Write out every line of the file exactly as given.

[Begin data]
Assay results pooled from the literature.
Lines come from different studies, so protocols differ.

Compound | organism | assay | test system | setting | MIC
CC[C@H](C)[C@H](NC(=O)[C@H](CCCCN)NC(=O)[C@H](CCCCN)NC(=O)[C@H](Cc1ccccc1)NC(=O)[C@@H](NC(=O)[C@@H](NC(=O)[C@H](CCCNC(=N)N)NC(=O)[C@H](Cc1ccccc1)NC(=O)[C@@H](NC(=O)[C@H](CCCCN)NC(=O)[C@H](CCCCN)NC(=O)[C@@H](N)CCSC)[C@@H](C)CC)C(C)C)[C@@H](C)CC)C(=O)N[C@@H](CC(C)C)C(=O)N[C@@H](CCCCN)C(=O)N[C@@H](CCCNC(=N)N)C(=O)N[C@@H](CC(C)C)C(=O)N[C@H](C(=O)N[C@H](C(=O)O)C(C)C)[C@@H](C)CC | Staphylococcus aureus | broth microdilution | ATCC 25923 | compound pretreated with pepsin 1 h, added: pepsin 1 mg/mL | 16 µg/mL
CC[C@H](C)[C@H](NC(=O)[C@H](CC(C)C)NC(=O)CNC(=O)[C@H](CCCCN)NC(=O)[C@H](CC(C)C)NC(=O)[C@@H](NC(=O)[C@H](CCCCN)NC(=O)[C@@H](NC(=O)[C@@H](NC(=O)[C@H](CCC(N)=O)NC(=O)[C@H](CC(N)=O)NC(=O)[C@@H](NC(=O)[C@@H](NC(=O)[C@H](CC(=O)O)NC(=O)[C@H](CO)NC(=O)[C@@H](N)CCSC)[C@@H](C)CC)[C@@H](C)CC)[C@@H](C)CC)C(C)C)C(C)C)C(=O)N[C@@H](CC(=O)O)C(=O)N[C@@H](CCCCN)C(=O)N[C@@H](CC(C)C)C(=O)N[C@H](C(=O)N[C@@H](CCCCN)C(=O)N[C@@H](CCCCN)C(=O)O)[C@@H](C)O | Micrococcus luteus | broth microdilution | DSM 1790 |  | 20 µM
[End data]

Assay results pooled from the literature.
Lines come from different studies, so protocols differ.

Compound | organism | assay | test system | setting | MIC
CC[C@H](C)[C@H](NC(=O)[C@H](CCCCN)NC(=O)[C@H](CCCCN)NC(=O)[C@H](Cc1ccccc1)NC(=O)[C@@H](NC(=O)[C@@H](NC(=O)[C@H](CCCNC(=N)N)NC(=O)[C@H](Cc1ccccc1)NC(=O)[C@@H](NC(=O)[C@H](CCCCN)NC(=O)[C@H](CCCCN)NC(=O)[C@@H](N)CCSC)[C@@H](C)CC)C(C)C)[C@@H](C)CC)C(=O)N[C@@H](CC(C)C)C(=O)N[C@@H](CCCCN)C(=O)N[C@@H](CCCNC(=N)N)C(=O)N[C@@H](CC(C)C)C(=O)N[C@H](C(=O)N[C@H](C(=O)O)C(C)C)[C@@H](C)CC | Staphylococcus aureus | broth microdilution | ATCC 25923 | compound pretreated with pepsin 1 h, added: pepsin 1 mg/mL | 16 µg/mL
CC[C@H](C)[C@H](NC(=O)[C@H](CC(C)C)NC(=O)CNC(=O)[C@H](CCCCN)NC(=O)[C@H](CC(C)C)NC(=O)[C@@H](NC(=O)[C@H](CCCCN)NC(=O)[C@@H](NC(=O)[C@@H](NC(=O)[C@H](CCC(N)=O)NC(=O)[C@H](CC(N)=O)NC(=O)[C@@H](NC(=O)[C@@H](NC(=O)[C@H](CC(=O)O)NC(=O)[C@H](CO)NC(=O)[C@@H](N)CCSC)[C@@H](C)CC)[C@@H](C)CC)[C@@H](C)CC)C(C)C)C(C)C)C(=O)N[C@@H](CC(=O)O)C(=O)N[C@@H](CCCCN)C(=O)N[C@@H](CC(C)C)C(=O)N[C@H](C(=O)N[C@@H](CCCCN)C(=O)N[C@@H](CCCCN)C(=O)O)[C@@H](C)O | Micrococcus luteus | broth microdilution | DSM 1790 |  | 20 µM